Mazari’s Anti-India Stance

Mazari has also put her government in a spot by asking it to clarify whether it will follow US or UN on sanctions on Iran.

She had called the UK’s Foreign Secretary Phillip Hammond ‘foolish’ for suggesting that Pakistan should not make ‘dialogue on Kashmir’ a precondition for talks with India.

Her book, Pakistan’s Lesson from Kargil War: an Analysis is provocative for its criticism of Prime Minister Nawaz Sharif. Mazari’s true talent was manifest in her presentation just before the elections on the 20th anniversary of the Chagai nuclear tests of 1998, at a workshop at ISS. She was scathing in her attack on Pakistan’s feeble diplomacy in not engaging with the 48-member Nuclear Suppliers Group, and putting all its eggs in China’s basket. She feared that if India became a member of the NSG (which is being blocked by Pakistan’s all-weather friend China) it will permanently disadvantage Pakistan’s entry.

She commended Pakistan on her first-strike capability in response to India’s Cold Start doctrine, and lauded the second-strike option via sea-launched missile and Cruise missiles.

She criticised US for favouring India through a country-specific and not a criteria-based selection process for enabling New Delhi to secure the Civil Nuclear deal in 2005. She said that if Pakistan had not carried out its ‘tit-for-tat’ nuclear tests, India would have been recognised as a nuclear weapons state, (not as is, a state with nuclear weapons), and Islamabad would have been forced to roll back its nuclear weapons programme. Carrying out nuclear tests later would have been impossible, she said.

Mazari Will Open a Can of Worms While Defending Human Rights

In the run-up to the elections, she was on the Nadia Mirza TV talk show, when she had a brush with JUI F’s Hafiz Hamidullah who lost his cool, and called another woman activist, Marvi Sirmed (who is part of an India-Pakistan Track 2 which I convene), a wh**e. Mazari is all too familiar with controversy.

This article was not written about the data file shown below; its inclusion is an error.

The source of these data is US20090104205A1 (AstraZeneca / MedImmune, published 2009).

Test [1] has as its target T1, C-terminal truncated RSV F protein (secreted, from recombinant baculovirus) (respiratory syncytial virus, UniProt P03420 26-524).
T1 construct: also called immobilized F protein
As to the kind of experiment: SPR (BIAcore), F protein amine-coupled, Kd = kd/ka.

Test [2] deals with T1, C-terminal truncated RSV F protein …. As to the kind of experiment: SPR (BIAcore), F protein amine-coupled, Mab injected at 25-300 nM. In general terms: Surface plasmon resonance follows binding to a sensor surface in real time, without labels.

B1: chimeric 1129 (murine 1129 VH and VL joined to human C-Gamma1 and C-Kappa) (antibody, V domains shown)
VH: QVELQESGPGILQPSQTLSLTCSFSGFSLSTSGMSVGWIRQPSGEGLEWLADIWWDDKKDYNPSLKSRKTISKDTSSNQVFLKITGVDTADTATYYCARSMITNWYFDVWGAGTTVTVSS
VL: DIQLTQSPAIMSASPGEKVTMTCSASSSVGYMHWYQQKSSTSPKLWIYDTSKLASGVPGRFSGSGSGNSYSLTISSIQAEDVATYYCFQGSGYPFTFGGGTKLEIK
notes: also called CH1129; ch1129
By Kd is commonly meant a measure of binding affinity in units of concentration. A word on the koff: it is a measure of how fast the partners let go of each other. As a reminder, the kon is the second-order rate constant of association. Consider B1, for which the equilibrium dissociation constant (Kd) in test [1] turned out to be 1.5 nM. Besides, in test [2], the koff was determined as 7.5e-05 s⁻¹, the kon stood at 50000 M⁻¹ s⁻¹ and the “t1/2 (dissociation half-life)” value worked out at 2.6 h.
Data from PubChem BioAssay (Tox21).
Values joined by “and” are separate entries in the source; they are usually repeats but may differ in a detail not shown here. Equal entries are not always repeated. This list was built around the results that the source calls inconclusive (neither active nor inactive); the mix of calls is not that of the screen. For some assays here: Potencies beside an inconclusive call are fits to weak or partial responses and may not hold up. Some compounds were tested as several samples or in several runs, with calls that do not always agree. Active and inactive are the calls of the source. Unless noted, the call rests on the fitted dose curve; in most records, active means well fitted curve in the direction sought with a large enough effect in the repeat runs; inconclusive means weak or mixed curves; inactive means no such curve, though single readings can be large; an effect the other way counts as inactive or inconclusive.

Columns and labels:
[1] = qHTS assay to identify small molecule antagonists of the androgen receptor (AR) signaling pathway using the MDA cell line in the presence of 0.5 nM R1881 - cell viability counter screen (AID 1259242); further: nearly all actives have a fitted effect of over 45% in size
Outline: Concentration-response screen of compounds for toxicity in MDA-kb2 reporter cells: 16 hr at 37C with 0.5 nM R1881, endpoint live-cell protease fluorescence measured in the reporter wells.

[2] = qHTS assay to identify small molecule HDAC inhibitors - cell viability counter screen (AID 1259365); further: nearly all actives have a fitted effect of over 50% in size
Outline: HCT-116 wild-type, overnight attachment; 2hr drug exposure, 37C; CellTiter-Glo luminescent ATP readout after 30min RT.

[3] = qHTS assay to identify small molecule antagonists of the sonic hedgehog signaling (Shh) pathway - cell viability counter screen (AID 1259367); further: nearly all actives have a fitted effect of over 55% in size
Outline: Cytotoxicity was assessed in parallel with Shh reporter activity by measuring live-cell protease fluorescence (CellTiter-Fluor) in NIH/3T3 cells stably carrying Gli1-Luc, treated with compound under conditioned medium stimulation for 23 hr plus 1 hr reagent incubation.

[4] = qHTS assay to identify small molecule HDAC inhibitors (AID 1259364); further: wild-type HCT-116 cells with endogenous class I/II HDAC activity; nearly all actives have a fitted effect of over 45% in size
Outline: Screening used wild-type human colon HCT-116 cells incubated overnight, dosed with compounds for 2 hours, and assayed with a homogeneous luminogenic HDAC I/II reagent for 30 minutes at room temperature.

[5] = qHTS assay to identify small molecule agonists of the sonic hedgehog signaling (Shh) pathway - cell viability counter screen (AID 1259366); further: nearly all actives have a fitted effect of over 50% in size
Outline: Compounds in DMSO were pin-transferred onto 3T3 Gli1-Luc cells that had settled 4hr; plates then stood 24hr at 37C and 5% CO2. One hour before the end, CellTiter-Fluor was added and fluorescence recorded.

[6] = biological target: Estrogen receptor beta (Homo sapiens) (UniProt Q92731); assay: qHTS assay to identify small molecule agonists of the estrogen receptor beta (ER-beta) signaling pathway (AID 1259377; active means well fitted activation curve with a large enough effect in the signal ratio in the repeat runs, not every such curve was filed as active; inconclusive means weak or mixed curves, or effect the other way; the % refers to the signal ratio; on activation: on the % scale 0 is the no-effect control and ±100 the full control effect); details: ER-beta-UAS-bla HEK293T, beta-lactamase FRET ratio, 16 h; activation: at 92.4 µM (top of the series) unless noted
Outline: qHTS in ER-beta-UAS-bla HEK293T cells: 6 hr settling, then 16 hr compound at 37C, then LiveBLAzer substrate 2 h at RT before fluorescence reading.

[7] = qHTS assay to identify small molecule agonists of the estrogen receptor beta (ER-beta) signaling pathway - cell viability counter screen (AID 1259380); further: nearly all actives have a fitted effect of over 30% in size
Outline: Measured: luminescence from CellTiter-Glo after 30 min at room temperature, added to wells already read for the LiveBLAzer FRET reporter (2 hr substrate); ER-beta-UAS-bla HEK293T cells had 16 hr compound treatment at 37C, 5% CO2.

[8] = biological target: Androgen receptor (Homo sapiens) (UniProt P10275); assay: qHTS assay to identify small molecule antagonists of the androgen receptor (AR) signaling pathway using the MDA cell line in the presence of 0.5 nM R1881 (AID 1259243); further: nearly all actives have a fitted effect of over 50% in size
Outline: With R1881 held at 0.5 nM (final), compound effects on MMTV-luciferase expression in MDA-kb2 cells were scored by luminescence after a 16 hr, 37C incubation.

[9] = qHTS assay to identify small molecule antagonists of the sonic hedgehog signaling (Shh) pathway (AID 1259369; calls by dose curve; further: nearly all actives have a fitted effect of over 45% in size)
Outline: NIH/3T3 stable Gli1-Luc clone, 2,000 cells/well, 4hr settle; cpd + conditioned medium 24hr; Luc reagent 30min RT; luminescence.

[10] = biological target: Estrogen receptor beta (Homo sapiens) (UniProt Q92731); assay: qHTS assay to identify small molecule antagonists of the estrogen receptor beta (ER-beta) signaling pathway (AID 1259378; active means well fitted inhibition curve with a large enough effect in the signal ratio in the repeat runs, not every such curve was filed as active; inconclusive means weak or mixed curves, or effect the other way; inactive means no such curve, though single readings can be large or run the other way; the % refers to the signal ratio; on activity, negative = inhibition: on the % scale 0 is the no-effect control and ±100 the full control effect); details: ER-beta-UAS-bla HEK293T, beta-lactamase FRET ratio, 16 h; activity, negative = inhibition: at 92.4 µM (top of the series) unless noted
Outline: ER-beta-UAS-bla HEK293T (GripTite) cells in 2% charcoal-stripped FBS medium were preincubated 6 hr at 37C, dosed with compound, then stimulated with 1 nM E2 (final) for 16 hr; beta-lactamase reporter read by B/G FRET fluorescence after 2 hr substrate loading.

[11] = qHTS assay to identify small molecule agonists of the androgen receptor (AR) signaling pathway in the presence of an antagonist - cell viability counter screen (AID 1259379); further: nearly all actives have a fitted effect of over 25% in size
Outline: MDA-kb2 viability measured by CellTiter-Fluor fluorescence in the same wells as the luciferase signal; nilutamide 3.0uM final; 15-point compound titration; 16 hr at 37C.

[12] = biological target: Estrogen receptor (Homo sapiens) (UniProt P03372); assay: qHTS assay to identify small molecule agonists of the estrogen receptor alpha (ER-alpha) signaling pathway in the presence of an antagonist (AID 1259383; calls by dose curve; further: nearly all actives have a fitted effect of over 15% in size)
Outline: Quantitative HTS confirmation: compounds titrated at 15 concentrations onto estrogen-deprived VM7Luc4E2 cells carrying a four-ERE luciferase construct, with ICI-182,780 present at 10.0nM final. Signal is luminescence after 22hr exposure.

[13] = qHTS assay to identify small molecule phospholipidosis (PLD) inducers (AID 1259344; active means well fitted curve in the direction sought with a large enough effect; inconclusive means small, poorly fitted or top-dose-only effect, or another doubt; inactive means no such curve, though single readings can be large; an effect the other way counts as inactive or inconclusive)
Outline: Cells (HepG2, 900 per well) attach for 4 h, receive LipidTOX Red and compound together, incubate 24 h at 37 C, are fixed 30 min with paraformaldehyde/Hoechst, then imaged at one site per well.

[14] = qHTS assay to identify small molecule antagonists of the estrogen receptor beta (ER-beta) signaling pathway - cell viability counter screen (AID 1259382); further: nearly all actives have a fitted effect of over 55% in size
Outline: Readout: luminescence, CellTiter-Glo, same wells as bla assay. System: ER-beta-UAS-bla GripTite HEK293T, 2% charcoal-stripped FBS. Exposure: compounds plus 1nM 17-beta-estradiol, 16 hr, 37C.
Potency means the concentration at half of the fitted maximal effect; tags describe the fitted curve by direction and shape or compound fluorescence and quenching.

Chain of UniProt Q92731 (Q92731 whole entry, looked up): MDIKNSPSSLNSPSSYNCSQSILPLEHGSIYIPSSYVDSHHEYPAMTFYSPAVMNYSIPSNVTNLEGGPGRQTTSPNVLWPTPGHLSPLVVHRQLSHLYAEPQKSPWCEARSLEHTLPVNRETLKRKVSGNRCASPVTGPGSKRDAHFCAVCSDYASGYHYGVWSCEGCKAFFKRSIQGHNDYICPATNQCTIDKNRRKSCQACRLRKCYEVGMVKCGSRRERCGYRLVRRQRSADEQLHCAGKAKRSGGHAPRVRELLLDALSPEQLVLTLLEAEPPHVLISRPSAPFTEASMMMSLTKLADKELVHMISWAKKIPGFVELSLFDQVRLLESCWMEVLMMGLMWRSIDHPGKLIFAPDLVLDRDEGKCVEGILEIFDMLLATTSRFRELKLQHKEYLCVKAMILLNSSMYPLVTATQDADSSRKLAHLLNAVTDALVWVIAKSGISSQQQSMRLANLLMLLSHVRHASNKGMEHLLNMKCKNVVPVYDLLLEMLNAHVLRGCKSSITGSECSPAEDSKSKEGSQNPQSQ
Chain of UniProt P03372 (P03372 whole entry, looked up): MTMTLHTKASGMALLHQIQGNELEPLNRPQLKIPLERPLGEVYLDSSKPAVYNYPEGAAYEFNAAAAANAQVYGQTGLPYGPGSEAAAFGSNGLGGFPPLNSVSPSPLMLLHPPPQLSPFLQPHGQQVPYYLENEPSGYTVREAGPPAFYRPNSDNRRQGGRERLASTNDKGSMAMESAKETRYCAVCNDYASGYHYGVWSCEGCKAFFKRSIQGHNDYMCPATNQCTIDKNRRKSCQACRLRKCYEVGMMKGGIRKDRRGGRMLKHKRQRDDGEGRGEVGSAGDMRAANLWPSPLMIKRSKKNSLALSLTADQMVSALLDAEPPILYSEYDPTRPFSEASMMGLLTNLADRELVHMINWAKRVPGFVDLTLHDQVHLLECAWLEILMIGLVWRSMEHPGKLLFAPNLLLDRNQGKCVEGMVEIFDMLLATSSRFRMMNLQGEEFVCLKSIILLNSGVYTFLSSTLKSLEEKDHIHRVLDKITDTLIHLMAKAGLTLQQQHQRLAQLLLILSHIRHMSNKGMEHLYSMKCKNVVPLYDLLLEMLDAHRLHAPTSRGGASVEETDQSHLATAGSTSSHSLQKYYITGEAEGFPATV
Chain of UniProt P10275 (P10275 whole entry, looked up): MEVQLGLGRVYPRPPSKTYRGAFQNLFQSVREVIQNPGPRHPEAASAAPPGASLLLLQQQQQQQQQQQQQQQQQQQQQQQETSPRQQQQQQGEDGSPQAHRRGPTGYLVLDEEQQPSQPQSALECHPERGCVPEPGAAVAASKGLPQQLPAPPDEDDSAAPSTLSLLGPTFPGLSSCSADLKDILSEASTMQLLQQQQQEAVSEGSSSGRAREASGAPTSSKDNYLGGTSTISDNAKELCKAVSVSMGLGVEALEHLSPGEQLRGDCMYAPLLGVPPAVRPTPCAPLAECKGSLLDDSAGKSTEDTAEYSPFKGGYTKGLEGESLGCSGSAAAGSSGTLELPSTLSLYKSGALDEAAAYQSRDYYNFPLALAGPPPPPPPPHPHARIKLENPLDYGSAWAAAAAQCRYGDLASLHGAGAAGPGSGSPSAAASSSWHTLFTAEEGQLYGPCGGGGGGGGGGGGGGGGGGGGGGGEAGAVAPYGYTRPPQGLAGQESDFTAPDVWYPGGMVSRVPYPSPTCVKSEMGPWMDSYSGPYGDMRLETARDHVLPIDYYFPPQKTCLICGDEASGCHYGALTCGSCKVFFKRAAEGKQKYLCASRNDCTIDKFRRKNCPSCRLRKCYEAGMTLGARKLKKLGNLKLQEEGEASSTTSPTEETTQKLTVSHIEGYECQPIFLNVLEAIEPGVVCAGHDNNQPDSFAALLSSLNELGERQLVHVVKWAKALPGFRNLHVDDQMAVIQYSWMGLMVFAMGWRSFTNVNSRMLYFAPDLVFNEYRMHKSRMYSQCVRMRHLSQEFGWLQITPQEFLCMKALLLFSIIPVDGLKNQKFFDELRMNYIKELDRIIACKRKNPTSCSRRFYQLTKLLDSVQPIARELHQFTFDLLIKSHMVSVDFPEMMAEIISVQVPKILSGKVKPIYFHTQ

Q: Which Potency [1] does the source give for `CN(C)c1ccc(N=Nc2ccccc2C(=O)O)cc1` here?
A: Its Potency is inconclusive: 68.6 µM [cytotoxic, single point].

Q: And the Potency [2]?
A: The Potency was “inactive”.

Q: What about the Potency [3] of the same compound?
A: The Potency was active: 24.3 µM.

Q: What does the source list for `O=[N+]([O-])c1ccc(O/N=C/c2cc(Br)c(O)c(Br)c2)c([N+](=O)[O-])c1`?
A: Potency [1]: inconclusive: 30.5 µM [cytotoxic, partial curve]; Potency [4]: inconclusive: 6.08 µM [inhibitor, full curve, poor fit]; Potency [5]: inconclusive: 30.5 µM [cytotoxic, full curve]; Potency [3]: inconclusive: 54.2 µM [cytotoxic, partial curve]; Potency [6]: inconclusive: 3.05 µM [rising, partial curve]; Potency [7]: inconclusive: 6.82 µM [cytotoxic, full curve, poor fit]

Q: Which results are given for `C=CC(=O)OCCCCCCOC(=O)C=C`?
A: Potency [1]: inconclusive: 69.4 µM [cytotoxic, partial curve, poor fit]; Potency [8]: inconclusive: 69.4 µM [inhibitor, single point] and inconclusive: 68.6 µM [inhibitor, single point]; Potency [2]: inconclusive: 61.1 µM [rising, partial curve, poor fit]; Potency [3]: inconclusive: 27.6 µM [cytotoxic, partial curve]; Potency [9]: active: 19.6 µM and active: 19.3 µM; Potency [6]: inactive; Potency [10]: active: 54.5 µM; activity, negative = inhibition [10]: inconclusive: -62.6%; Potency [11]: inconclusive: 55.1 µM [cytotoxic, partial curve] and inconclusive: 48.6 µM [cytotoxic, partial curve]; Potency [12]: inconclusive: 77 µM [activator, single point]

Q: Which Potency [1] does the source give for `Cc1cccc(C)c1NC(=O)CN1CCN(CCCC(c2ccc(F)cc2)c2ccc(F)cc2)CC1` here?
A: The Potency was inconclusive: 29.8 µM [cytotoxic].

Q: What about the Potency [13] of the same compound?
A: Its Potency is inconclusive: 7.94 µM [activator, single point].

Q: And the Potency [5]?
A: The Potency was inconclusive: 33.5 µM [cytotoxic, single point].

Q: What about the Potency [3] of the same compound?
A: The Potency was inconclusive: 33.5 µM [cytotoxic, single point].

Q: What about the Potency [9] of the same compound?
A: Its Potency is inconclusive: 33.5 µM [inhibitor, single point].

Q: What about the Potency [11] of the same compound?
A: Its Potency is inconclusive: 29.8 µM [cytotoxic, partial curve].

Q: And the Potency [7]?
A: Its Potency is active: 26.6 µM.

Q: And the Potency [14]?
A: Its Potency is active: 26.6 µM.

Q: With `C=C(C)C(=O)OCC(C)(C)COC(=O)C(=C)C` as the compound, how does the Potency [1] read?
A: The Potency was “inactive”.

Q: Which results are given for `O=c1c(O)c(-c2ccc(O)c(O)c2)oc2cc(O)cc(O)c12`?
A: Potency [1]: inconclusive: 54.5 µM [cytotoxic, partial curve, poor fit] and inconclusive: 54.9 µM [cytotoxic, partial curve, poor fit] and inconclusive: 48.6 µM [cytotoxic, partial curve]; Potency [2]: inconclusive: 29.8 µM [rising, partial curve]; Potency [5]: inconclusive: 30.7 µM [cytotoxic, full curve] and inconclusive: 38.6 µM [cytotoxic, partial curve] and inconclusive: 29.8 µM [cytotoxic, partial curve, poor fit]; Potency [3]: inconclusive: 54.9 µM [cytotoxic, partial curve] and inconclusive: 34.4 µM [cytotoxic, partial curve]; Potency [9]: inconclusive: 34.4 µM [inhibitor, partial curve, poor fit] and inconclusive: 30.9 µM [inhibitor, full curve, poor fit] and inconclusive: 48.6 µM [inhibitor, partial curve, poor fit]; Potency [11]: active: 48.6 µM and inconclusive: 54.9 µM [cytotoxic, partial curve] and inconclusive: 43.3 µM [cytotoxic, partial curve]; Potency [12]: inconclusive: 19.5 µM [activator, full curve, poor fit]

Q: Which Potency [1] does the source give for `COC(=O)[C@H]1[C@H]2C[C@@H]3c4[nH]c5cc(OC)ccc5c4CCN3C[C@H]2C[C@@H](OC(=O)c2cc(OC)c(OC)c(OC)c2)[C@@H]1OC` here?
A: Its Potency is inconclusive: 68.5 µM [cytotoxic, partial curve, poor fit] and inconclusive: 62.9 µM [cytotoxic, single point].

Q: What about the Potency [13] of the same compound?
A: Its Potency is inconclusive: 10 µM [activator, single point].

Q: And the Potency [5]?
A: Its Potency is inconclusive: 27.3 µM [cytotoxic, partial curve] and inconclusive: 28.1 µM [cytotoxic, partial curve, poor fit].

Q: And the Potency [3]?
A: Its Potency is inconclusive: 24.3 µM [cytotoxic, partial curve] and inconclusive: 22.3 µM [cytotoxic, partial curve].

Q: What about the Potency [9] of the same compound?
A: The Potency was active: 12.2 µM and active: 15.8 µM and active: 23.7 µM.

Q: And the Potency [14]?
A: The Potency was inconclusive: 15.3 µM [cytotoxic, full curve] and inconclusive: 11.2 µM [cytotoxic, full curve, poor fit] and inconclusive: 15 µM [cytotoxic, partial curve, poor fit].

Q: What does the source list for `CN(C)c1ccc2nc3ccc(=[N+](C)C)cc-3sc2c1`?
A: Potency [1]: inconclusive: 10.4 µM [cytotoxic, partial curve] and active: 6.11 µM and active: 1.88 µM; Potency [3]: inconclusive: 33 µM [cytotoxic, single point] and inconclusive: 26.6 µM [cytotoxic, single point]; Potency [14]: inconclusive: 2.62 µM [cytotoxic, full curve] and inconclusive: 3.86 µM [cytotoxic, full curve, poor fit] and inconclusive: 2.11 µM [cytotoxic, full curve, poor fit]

In 2016, the then Defence Minister Khawaja Asif ridiculed Mazari – her appearance and voice – by comparing her with a tractor trolley. She had attacked the Sharif sarkar for allowing the US Diplomat Col Joseph Hall to escape from Pakistan under the guise of diplomatic immunity, after being charged with criminal activity. Last week, TLP supporters ransacked an Ahmediya mosque in Faisalabad, injuring and shooting six people. How will Mazari defend their human rights ? She will certainly try – and in the process, open a can of worms.

(Major General (retd) Ashok K Mehta is a founder member of the Defence Planning Staff, the forerunner of the current Integrated Defence Staff. This is an opinion piece and the views expressed above are the author’s own. The Quint neither endorses nor is responsible for the same.)

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Published: 28 Aug 2018, 08:15 AM IST